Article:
I was also glad to see Marie-Josée Ta Lou making the final of the women's 60 m (but then she managed one of the worse starts I have ever seen). Ta Lou and her compatriot Murielle Ahouré are two sprinters I am rooting for and I expect them to be in great shape in Rio, this summer.

I found most men's track events uninteresting with the exception of the 60 m hurdles. Omar McLeod, last year's finalist in the World's and a sub-13 hurdler, won the race in perfect style with, as is now customary for him, his crucifix in his mouth.

Mutaz Barshim was a minor disappointment finishing 4th in men's high jump with a meagre 2.29 m. Renaud Lavillenie managed to jump to the top of the podium after a four year hiatus.  With a 6.02 m performance he dominated the event and showed that he is ready to defend his olympic title at Rio. The minor deceptions in pole vault were the reigning outdoor and indoor world champions Barber and Filippidis who finished 4th and 7th respectively. Tomas Walsh won the men's shot put with an impressive 21.78 m. Five of his six throws were better than the best throw of the silver medalist. In this event a minor disappointment was the 9th place of the other "kiwi" Jacko Gill. At least it seems that his injuries are things of the past and he could do better in Rio.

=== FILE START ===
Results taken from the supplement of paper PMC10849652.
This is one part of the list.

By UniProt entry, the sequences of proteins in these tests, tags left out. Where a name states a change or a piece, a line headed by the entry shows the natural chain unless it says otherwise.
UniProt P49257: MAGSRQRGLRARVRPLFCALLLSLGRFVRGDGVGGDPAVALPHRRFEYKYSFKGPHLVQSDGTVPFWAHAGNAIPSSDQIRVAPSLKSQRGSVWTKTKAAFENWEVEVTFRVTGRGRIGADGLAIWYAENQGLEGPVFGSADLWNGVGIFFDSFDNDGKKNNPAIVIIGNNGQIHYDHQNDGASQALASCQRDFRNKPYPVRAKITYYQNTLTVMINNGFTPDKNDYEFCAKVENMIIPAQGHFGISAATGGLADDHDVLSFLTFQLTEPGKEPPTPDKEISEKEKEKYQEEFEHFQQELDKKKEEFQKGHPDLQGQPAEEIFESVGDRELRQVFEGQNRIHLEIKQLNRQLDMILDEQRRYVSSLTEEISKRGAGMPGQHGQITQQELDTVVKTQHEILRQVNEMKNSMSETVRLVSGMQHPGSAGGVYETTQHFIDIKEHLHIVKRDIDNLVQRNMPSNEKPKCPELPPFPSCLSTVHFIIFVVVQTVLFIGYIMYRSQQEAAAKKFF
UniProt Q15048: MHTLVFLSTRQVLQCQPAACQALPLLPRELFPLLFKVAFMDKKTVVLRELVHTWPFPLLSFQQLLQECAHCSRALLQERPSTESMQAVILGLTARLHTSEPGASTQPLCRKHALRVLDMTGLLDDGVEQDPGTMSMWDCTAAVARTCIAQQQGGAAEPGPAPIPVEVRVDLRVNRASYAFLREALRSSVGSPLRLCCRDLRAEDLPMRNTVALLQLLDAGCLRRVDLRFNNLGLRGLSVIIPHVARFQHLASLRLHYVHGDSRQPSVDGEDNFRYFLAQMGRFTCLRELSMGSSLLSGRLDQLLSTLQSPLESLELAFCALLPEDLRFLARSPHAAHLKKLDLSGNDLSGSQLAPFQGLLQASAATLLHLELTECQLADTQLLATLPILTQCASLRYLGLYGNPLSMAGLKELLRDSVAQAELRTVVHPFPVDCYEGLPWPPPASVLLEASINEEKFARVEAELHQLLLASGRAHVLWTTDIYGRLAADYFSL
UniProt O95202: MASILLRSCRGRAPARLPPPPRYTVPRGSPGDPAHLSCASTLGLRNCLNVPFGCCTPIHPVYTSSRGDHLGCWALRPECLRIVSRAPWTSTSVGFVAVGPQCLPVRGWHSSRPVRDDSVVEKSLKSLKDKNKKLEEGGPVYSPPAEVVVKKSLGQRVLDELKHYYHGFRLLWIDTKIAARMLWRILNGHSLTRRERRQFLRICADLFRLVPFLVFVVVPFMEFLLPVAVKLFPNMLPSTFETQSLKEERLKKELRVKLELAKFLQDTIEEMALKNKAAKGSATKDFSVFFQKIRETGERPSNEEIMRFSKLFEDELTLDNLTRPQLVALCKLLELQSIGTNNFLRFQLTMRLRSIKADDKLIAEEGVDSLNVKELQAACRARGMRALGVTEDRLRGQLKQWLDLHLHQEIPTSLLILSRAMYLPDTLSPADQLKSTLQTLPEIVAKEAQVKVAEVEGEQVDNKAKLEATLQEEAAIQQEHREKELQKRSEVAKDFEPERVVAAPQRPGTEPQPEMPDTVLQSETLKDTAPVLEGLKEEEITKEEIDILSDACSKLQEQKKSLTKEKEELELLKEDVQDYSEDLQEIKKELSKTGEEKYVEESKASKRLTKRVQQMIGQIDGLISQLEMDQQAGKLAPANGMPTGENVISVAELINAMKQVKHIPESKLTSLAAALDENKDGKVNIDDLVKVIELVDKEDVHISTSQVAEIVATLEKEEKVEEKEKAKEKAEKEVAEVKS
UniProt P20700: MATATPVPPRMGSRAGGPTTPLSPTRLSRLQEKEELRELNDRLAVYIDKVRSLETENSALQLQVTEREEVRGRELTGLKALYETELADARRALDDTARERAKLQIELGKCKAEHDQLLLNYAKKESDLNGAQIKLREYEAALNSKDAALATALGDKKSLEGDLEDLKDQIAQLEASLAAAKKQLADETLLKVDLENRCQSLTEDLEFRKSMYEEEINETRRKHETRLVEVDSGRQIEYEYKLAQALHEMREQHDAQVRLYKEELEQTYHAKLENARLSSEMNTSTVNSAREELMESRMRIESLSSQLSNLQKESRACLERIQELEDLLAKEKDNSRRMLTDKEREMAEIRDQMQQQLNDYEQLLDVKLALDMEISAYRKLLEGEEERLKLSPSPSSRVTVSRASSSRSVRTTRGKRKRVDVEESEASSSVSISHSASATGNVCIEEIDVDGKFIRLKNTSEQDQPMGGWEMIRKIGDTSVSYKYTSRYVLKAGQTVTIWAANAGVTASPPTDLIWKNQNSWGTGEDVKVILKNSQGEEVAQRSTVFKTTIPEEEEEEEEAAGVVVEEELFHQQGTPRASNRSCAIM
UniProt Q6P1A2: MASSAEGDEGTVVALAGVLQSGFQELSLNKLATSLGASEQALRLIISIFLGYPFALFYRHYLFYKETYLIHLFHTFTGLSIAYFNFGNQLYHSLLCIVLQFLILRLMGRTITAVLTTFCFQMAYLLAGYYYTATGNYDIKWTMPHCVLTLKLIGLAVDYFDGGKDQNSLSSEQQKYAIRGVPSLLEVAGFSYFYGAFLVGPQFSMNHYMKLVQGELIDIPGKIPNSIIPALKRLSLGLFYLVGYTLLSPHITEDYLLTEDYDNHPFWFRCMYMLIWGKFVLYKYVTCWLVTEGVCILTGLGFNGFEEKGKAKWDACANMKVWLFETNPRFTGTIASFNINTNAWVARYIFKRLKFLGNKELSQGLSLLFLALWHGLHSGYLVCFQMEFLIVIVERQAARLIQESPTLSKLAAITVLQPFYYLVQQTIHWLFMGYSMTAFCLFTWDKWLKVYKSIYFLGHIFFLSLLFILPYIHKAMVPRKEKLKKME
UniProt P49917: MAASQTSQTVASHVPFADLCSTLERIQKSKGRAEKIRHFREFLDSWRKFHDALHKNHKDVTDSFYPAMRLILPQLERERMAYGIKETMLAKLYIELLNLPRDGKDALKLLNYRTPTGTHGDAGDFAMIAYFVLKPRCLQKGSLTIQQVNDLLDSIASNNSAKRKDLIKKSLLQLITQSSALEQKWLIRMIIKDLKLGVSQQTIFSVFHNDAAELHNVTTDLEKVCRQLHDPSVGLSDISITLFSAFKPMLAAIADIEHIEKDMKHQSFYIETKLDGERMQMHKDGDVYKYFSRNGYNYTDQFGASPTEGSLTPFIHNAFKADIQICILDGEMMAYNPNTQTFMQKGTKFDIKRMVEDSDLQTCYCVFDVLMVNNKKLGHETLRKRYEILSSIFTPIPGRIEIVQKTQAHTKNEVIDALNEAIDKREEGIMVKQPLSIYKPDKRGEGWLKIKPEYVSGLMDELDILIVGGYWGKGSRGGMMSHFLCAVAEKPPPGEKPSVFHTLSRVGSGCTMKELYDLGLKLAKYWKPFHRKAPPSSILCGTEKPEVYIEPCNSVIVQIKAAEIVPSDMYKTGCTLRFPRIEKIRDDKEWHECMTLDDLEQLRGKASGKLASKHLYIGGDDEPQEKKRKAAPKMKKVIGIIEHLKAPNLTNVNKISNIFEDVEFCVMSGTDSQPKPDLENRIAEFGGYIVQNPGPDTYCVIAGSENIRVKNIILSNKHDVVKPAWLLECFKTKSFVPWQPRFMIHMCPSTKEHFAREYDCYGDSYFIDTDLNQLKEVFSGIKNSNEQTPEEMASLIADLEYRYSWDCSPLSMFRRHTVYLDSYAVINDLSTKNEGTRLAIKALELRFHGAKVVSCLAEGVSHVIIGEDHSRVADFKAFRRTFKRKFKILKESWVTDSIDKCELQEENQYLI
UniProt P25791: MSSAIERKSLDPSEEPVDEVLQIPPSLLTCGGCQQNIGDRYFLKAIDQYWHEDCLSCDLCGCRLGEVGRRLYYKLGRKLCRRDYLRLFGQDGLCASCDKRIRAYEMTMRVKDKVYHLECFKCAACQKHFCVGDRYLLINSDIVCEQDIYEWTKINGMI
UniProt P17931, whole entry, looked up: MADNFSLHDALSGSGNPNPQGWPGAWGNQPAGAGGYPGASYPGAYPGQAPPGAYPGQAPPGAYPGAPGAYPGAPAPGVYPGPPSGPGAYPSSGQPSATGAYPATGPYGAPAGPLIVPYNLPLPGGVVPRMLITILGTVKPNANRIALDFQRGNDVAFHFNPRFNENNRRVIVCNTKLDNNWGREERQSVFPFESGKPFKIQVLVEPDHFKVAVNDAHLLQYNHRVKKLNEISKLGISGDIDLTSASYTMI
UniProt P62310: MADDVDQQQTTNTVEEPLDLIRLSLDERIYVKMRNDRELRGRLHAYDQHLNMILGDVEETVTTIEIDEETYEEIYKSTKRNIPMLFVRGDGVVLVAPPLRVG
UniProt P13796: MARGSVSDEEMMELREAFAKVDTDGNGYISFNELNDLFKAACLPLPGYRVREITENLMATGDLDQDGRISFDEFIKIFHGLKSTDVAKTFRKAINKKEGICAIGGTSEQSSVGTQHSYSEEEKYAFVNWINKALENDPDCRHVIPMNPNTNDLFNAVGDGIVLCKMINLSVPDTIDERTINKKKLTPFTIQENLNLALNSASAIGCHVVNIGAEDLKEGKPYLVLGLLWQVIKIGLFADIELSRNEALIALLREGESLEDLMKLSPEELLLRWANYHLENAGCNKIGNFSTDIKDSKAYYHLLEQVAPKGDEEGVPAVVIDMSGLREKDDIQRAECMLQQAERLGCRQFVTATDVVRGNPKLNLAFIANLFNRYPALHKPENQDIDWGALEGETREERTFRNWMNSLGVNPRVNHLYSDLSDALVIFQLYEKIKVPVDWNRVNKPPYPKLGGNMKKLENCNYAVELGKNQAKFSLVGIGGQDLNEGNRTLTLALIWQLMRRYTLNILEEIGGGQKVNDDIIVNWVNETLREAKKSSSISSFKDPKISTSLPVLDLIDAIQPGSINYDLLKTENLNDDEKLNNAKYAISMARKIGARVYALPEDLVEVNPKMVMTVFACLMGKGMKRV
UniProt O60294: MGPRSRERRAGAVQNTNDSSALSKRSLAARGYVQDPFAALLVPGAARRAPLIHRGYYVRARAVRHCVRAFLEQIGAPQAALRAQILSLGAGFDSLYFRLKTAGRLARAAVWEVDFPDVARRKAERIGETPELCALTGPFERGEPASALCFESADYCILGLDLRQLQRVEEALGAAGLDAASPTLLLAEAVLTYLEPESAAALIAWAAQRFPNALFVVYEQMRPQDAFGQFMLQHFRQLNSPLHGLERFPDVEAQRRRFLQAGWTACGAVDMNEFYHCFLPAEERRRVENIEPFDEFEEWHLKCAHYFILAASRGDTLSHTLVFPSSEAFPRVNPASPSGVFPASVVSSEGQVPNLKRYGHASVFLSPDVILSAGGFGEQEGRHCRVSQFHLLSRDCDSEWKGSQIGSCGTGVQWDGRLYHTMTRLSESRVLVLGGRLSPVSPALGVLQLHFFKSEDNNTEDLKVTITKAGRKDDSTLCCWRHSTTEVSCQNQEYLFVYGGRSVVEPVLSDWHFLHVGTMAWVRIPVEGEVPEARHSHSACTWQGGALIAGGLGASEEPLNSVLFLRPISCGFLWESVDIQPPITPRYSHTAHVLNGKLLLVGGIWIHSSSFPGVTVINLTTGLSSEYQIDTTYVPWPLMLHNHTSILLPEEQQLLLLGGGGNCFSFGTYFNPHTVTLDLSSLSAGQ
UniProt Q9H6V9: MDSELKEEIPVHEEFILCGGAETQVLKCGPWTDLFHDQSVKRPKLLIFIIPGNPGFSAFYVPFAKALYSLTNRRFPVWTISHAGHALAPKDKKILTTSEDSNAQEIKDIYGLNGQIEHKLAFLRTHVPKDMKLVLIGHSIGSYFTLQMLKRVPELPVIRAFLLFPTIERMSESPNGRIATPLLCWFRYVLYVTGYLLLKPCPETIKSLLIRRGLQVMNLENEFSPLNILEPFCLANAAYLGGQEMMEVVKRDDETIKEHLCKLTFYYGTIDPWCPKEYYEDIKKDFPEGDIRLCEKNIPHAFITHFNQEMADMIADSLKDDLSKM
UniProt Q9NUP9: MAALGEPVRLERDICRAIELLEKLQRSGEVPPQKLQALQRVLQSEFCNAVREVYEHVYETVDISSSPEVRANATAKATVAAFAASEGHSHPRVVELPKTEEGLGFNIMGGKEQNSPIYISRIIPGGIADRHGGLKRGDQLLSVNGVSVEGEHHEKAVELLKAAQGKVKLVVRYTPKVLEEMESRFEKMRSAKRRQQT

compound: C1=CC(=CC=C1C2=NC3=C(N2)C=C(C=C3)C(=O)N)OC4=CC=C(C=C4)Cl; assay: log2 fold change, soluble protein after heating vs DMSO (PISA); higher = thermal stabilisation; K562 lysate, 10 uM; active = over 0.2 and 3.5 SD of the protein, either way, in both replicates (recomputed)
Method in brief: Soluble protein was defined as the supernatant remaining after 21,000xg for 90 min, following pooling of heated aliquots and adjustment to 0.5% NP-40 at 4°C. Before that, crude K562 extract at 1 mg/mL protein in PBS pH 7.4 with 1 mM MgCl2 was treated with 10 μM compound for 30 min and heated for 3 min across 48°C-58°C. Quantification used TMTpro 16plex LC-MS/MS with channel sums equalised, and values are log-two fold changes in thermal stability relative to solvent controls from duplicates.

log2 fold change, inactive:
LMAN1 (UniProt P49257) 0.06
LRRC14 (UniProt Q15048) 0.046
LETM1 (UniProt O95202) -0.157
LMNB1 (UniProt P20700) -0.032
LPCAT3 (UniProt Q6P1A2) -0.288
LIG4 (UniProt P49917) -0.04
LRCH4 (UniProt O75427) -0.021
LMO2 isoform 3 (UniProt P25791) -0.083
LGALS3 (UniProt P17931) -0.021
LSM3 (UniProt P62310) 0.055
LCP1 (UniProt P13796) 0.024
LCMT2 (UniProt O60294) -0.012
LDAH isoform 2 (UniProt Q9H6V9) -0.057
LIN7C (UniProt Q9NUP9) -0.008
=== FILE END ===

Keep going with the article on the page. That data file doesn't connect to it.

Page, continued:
The one thing I did not understand was why did the IAAF accept 7 teams for the men's 4x400 m obliging the athletes to run a qualifying race in order just to eliminate one team. It would have been so much better to qualify just the best 6 teams even if that would have meant deciding between two teams with equal best performance. Be that as it may, the final was a most spectacular race with Belgium being the unlucky one since the 3rd runner dropped the baton and condemned his team to the last place. 

I was glad to see that Kabange Mupopo from Zambia pursues her career in athletics (she was a football player initially). In Portland she was eliminated in the semis despite having run the 5th best time. Mupopo, a 2014 African vice-champion, is an athlete that I follow closely. Her boyish haircut gives her a rather masculine appearance and some people wonder whether this is another Semenya case. Having watched her interviews it is my conviction that this is not true. While Semenya has a 100 % masculine attitude in her voice and gestures, Mupopo is perfectly girlie. (And if anybody was wondering what are the news on the Semenya front, the rumours are that she is preparing for a 400-800 m double for Rio).